• Computer Science

    The Computer Science Department introduces students to various disciplines, tools, and concepts in the fields of Programming, Computer Science, and Information Technology.

    The On-level Courses provide a practical, hands-on approach to learning where students combine teacher-led demonstrations with on-line tutorials (text and video based) to complete skill building tasks and large creative projects.  These courses are co-curricular with the academic organization FBLA (Future Business Leaders of America), so many of the class assignments relate directly to FBLA competitive events.  Each course also has a focus on learning and demonstrating employability skills required by business and industry.

    The Advanced Studies Courses provide college-level classes that you can take while still in high school. They offer you challenging course work and a preview of what college is like. Students are expected to prepare for class discussions through assigned readings and/or on-line tutorials, and class discussions focus on analysis and synthesis. Some class time is used as “lab” time, but students are also expected to work on assigned projects outside of class. This means that they must have frequent and reliable access to a computer and the Internet when away from school, or make arrangements to use the school computers outside of class time.

    Available Pathways

    South Forsyth offers two Pathways in the Computer Science Department, featuring a CTAE pathway that includes two Advanced Studies courses.

    Programming Pathway
    • Intro to Digital Technology

    • Computer Science Principles (non-AP version)
      prerequisite: Intro to Digital Technology

    • Programming, Games, Apps, and Society
      prerequisite: CSP (non-AP) or AP CSP
    Students that have taken Computer Science Principles (non-AP version) CAN enroll in AP Computer Science Principles. There will be new material covered and additional projects to complete that were not part of the CSP (non-AP) course.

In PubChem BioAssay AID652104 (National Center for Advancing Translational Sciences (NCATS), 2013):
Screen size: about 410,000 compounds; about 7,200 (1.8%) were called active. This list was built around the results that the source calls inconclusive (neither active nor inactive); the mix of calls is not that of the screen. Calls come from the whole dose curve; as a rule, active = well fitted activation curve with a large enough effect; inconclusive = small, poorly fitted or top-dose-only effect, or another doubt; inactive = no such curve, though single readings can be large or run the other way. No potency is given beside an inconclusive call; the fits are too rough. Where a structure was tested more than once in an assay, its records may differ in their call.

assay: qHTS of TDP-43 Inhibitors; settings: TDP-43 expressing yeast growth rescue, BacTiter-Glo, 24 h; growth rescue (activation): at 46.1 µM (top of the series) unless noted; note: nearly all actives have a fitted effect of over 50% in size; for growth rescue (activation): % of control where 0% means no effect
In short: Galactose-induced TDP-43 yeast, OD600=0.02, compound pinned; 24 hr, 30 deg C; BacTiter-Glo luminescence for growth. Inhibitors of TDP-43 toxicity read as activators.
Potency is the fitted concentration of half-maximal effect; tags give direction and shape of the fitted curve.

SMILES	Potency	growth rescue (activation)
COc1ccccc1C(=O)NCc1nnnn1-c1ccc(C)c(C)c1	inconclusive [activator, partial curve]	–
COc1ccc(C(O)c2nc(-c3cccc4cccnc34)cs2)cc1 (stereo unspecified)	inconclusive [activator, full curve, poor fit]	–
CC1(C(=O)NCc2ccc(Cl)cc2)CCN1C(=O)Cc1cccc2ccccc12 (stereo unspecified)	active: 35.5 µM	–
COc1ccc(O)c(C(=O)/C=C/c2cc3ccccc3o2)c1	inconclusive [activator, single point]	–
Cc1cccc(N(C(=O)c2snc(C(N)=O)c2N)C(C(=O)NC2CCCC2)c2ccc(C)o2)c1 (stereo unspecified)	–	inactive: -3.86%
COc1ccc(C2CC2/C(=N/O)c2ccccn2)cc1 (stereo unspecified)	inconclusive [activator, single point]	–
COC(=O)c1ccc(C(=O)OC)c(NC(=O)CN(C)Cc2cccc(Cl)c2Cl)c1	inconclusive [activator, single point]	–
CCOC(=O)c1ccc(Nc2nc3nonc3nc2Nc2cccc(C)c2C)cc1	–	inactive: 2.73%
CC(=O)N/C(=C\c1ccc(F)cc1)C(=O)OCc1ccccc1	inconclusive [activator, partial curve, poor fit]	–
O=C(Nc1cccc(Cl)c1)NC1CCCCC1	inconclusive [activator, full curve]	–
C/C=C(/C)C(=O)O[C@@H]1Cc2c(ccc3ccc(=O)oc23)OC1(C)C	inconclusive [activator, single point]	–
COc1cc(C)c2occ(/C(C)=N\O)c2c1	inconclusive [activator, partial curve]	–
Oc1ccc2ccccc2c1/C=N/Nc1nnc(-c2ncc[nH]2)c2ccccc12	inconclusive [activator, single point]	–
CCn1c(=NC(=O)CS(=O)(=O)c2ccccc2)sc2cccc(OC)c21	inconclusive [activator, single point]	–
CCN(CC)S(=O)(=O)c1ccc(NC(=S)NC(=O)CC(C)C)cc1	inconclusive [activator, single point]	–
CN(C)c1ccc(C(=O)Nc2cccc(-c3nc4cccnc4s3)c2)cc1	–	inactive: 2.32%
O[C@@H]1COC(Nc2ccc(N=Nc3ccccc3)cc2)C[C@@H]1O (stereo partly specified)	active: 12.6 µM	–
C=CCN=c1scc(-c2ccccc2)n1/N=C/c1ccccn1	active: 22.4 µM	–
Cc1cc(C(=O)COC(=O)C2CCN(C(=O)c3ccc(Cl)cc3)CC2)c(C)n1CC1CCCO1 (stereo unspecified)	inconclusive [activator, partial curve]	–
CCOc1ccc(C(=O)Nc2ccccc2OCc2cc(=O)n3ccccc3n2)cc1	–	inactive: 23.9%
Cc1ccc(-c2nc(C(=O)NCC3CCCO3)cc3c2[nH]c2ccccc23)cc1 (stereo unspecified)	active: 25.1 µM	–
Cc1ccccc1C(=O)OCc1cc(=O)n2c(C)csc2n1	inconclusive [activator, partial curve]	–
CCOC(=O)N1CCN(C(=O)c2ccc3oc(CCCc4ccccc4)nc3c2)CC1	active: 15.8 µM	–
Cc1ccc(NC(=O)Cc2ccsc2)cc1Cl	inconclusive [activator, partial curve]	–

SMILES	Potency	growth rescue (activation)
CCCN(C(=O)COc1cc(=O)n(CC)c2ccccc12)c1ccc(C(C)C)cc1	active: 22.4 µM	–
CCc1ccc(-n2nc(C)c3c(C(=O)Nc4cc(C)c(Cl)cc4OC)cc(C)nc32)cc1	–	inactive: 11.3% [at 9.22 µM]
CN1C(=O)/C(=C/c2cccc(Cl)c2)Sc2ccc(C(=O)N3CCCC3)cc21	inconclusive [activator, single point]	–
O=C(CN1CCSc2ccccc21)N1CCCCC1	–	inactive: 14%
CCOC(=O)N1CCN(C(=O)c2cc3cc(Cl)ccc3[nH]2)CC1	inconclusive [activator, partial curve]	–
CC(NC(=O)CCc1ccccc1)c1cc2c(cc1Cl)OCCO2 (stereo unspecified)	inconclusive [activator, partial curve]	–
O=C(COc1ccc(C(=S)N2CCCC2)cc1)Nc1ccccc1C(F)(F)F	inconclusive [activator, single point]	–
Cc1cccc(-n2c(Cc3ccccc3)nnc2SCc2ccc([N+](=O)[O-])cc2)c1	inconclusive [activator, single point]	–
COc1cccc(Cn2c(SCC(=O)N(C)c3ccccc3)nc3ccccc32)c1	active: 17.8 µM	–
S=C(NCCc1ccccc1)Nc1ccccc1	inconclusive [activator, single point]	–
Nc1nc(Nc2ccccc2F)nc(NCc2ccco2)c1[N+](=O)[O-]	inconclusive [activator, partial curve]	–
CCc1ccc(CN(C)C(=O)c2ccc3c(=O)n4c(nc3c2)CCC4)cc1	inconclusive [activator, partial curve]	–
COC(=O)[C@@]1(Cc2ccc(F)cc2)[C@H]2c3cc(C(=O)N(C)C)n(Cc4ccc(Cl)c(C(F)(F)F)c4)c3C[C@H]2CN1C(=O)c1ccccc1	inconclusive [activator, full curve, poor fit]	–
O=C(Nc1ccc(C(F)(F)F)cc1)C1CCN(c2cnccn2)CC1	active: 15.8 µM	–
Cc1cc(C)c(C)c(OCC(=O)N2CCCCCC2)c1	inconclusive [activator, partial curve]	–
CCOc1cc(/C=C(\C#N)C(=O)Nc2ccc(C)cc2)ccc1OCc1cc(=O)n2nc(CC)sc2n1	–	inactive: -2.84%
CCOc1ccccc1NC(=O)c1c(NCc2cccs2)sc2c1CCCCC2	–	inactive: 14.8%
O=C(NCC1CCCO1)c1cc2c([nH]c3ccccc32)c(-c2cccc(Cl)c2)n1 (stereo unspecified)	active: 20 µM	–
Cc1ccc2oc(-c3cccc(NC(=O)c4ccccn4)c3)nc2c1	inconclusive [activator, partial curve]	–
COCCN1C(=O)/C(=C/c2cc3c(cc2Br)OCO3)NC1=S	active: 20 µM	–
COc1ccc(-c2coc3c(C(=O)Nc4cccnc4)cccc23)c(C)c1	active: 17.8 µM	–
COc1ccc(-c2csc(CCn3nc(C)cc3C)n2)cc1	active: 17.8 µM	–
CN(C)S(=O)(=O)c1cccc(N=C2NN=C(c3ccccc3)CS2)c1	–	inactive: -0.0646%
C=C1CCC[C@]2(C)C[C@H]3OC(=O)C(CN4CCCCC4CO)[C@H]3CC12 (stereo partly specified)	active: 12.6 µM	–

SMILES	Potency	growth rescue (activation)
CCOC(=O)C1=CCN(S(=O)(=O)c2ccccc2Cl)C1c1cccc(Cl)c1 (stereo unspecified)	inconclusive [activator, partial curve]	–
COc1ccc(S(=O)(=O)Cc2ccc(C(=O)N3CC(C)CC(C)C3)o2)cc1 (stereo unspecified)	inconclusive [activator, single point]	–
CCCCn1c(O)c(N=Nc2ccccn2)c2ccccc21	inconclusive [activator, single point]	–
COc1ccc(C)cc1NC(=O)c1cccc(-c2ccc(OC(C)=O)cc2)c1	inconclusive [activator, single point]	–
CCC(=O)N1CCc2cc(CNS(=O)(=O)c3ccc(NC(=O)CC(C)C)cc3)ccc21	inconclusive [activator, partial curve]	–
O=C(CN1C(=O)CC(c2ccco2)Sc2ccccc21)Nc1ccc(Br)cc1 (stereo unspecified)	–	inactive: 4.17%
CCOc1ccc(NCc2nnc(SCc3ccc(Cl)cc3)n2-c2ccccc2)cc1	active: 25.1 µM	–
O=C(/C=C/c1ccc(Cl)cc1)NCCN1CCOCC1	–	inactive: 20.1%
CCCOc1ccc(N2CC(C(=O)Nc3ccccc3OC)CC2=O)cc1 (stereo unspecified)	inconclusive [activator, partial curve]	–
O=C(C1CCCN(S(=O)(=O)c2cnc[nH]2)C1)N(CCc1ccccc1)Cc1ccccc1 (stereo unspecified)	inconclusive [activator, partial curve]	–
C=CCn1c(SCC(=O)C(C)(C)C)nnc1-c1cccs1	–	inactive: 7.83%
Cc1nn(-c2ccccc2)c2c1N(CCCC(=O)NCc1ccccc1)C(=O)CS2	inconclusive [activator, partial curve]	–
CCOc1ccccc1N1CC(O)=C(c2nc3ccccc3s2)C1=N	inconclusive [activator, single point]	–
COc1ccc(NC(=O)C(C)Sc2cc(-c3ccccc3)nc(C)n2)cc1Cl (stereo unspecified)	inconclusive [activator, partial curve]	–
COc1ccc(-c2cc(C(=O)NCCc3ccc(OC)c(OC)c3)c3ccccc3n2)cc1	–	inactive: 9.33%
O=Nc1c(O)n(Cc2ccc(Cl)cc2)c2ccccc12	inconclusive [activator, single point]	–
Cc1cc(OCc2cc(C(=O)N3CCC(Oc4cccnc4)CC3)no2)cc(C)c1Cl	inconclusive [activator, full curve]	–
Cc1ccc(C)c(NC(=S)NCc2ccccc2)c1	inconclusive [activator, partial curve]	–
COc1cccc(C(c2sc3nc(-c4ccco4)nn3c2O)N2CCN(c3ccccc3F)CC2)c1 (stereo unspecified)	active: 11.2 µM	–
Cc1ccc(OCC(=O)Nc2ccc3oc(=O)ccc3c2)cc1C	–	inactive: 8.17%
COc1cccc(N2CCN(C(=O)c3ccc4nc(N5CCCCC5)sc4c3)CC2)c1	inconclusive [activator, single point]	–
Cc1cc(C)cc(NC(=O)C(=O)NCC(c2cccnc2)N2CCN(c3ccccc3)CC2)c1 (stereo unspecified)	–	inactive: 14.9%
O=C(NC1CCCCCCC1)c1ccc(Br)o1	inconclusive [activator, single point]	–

Computer Science Pathway
        Includes two AP courses in the pathway.
    • Intro to Digital Technology

    • AP Computer Science Principles
      prerequisite: Intro to Digital Technology

    • AP Computer Science A
      prerequisite: AP Computer Science Principles
    Students that have successfully completed AP Computer Science Principles CAN enroll in Programming, Games, Apps, and Society to complete the Programming Pathway instead of this one, or in addition to this one.  PGAS and AP CS A can be taken in the same school year, if desired, or in different years if schedule allows.

    Students that have taken Computer Science Principles (non-AP version) CAN enroll in AP Computer Science Principles. There will be new material covered and additional projects to complete that were not part of the CSP (non-AP) course. Students can then choose either AP Computer Science A to complete the Computer Science Pathway or Programming, Games, Apps, and Society to complete the Programming Pathway.

    On-level Courses

                Course 1 – Introduction to Digital Technology
                Course 2 – Computer Science Principles (non-AP version)
                Course 3 – Programming, Games, Apps, and Society

    Course 1 – Introduction to Digital Technology